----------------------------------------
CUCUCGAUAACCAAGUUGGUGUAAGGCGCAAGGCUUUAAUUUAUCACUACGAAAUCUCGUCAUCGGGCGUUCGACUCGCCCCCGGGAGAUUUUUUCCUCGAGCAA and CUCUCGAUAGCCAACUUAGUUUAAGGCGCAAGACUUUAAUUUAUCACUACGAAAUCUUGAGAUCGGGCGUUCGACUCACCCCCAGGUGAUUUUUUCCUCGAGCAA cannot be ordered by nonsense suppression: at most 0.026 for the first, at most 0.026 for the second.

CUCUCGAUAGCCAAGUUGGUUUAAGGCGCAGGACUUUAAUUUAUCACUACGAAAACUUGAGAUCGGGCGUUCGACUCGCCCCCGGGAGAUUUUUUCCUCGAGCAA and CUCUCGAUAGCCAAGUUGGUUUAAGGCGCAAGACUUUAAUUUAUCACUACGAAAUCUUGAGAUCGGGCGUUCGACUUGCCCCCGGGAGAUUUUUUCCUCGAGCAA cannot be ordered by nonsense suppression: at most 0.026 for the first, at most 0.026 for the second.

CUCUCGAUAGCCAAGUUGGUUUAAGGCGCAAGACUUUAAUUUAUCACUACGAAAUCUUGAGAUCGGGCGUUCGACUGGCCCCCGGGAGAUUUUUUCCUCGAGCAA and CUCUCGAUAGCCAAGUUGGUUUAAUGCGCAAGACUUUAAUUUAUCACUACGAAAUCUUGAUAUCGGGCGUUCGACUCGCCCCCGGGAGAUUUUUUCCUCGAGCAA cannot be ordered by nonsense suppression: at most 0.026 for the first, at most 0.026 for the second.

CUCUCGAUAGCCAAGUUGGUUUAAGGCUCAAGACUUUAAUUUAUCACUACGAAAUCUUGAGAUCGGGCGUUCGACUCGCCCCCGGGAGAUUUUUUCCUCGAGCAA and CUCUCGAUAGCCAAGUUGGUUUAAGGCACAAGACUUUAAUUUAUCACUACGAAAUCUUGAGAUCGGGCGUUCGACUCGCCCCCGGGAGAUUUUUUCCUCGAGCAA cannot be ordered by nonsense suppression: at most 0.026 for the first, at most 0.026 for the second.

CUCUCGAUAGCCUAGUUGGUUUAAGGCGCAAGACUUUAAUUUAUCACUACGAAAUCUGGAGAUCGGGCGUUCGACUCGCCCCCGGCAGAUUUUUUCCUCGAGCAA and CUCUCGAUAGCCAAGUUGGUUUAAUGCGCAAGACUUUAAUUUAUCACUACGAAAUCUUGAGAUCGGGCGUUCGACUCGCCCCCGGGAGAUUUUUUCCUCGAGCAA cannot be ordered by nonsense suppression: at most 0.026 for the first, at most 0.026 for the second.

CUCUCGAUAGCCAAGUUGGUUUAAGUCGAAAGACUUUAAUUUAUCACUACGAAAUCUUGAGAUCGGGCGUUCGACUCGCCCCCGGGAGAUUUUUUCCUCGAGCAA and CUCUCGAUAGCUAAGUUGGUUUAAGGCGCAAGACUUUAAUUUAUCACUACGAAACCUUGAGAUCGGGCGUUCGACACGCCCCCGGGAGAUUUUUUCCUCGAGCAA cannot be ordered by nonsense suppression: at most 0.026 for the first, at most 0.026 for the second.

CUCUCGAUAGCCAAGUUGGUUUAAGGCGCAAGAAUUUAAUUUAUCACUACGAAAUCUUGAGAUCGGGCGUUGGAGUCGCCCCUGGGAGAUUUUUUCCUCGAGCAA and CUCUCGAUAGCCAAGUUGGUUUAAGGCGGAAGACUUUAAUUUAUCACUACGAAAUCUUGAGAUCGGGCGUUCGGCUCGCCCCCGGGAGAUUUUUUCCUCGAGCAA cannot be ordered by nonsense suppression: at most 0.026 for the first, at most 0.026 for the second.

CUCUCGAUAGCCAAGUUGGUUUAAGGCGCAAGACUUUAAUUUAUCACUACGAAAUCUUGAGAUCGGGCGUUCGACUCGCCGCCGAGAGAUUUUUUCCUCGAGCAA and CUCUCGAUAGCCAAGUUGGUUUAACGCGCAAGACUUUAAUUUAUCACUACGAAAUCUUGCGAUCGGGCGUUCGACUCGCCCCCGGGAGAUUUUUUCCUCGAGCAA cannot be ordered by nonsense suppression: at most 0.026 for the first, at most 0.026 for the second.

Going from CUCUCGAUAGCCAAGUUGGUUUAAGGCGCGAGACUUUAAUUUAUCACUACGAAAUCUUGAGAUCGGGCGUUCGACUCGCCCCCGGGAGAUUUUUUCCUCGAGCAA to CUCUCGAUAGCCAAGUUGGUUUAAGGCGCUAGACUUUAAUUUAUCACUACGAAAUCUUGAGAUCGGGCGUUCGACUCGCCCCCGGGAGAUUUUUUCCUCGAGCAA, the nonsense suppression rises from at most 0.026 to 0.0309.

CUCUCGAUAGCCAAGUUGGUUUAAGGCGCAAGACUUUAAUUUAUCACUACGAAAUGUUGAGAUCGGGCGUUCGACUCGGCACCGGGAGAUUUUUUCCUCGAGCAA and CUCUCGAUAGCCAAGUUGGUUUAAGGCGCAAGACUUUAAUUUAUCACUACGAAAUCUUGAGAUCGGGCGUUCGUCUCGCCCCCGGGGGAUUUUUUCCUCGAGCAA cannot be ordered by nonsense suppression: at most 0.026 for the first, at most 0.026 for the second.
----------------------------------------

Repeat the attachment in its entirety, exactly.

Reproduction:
CUCUCGAUAACCAAGUUGGUGUAAGGCGCAAGGCUUUAAUUUAUCACUACGAAAUCUCGUCAUCGGGCGUUCGACUCGCCCCCGGGAGAUUUUUUCCUCGAGCAA and CUCUCGAUAGCCAACUUAGUUUAAGGCGCAAGACUUUAAUUUAUCACUACGAAAUCUUGAGAUCGGGCGUUCGACUCACCCCCAGGUGAUUUUUUCCUCGAGCAA cannot be ordered by nonsense suppression: at most 0.026 for the first, at most 0.026 for the second.

CUCUCGAUAGCCAAGUUGGUUUAAGGCGCAGGACUUUAAUUUAUCACUACGAAAACUUGAGAUCGGGCGUUCGACUCGCCCCCGGGAGAUUUUUUCCUCGAGCAA and CUCUCGAUAGCCAAGUUGGUUUAAGGCGCAAGACUUUAAUUUAUCACUACGAAAUCUUGAGAUCGGGCGUUCGACUUGCCCCCGGGAGAUUUUUUCCUCGAGCAA cannot be ordered by nonsense suppression: at most 0.026 for the first, at most 0.026 for the second.

CUCUCGAUAGCCAAGUUGGUUUAAGGCGCAAGACUUUAAUUUAUCACUACGAAAUCUUGAGAUCGGGCGUUCGACUGGCCCCCGGGAGAUUUUUUCCUCGAGCAA and CUCUCGAUAGCCAAGUUGGUUUAAUGCGCAAGACUUUAAUUUAUCACUACGAAAUCUUGAUAUCGGGCGUUCGACUCGCCCCCGGGAGAUUUUUUCCUCGAGCAA cannot be ordered by nonsense suppression: at most 0.026 for the first, at most 0.026 for the second.

CUCUCGAUAGCCAAGUUGGUUUAAGGCUCAAGACUUUAAUUUAUCACUACGAAAUCUUGAGAUCGGGCGUUCGACUCGCCCCCGGGAGAUUUUUUCCUCGAGCAA and CUCUCGAUAGCCAAGUUGGUUUAAGGCACAAGACUUUAAUUUAUCACUACGAAAUCUUGAGAUCGGGCGUUCGACUCGCCCCCGGGAGAUUUUUUCCUCGAGCAA cannot be ordered by nonsense suppression: at most 0.026 for the first, at most 0.026 for the second.

CUCUCGAUAGCCUAGUUGGUUUAAGGCGCAAGACUUUAAUUUAUCACUACGAAAUCUGGAGAUCGGGCGUUCGACUCGCCCCCGGCAGAUUUUUUCCUCGAGCAA and CUCUCGAUAGCCAAGUUGGUUUAAUGCGCAAGACUUUAAUUUAUCACUACGAAAUCUUGAGAUCGGGCGUUCGACUCGCCCCCGGGAGAUUUUUUCCUCGAGCAA cannot be ordered by nonsense suppression: at most 0.026 for the first, at most 0.026 for the second.

CUCUCGAUAGCCAAGUUGGUUUAAGUCGAAAGACUUUAAUUUAUCACUACGAAAUCUUGAGAUCGGGCGUUCGACUCGCCCCCGGGAGAUUUUUUCCUCGAGCAA and CUCUCGAUAGCUAAGUUGGUUUAAGGCGCAAGACUUUAAUUUAUCACUACGAAACCUUGAGAUCGGGCGUUCGACACGCCCCCGGGAGAUUUUUUCCUCGAGCAA cannot be ordered by nonsense suppression: at most 0.026 for the first, at most 0.026 for the second.

CUCUCGAUAGCCAAGUUGGUUUAAGGCGCAAGAAUUUAAUUUAUCACUACGAAAUCUUGAGAUCGGGCGUUGGAGUCGCCCCUGGGAGAUUUUUUCCUCGAGCAA and CUCUCGAUAGCCAAGUUGGUUUAAGGCGGAAGACUUUAAUUUAUCACUACGAAAUCUUGAGAUCGGGCGUUCGGCUCGCCCCCGGGAGAUUUUUUCCUCGAGCAA cannot be ordered by nonsense suppression: at most 0.026 for the first, at most 0.026 for the second.

CUCUCGAUAGCCAAGUUGGUUUAAGGCGCAAGACUUUAAUUUAUCACUACGAAAUCUUGAGAUCGGGCGUUCGACUCGCCGCCGAGAGAUUUUUUCCUCGAGCAA and CUCUCGAUAGCCAAGUUGGUUUAACGCGCAAGACUUUAAUUUAUCACUACGAAAUCUUGCGAUCGGGCGUUCGACUCGCCCCCGGGAGAUUUUUUCCUCGAGCAA cannot be ordered by nonsense suppression: at most 0.026 for the first, at most 0.026 for the second.

Going from CUCUCGAUAGCCAAGUUGGUUUAAGGCGCGAGACUUUAAUUUAUCACUACGAAAUCUUGAGAUCGGGCGUUCGACUCGCCCCCGGGAGAUUUUUUCCUCGAGCAA to CUCUCGAUAGCCAAGUUGGUUUAAGGCGCUAGACUUUAAUUUAUCACUACGAAAUCUUGAGAUCGGGCGUUCGACUCGCCCCCGGGAGAUUUUUUCCUCGAGCAA, the nonsense suppression rises from at most 0.026 to 0.0309.

CUCUCGAUAGCCAAGUUGGUUUAAGGCGCAAGACUUUAAUUUAUCACUACGAAAUGUUGAGAUCGGGCGUUCGACUCGGCACCGGGAGAUUUUUUCCUCGAGCAA and CUCUCGAUAGCCAAGUUGGUUUAAGGCGCAAGACUUUAAUUUAUCACUACGAAAUCUUGAGAUCGGGCGUUCGUCUCGCCCCCGGGGGAUUUUUUCCUCGAGCAA cannot be ordered by nonsense suppression: at most 0.026 for the first, at most 0.026 for the second.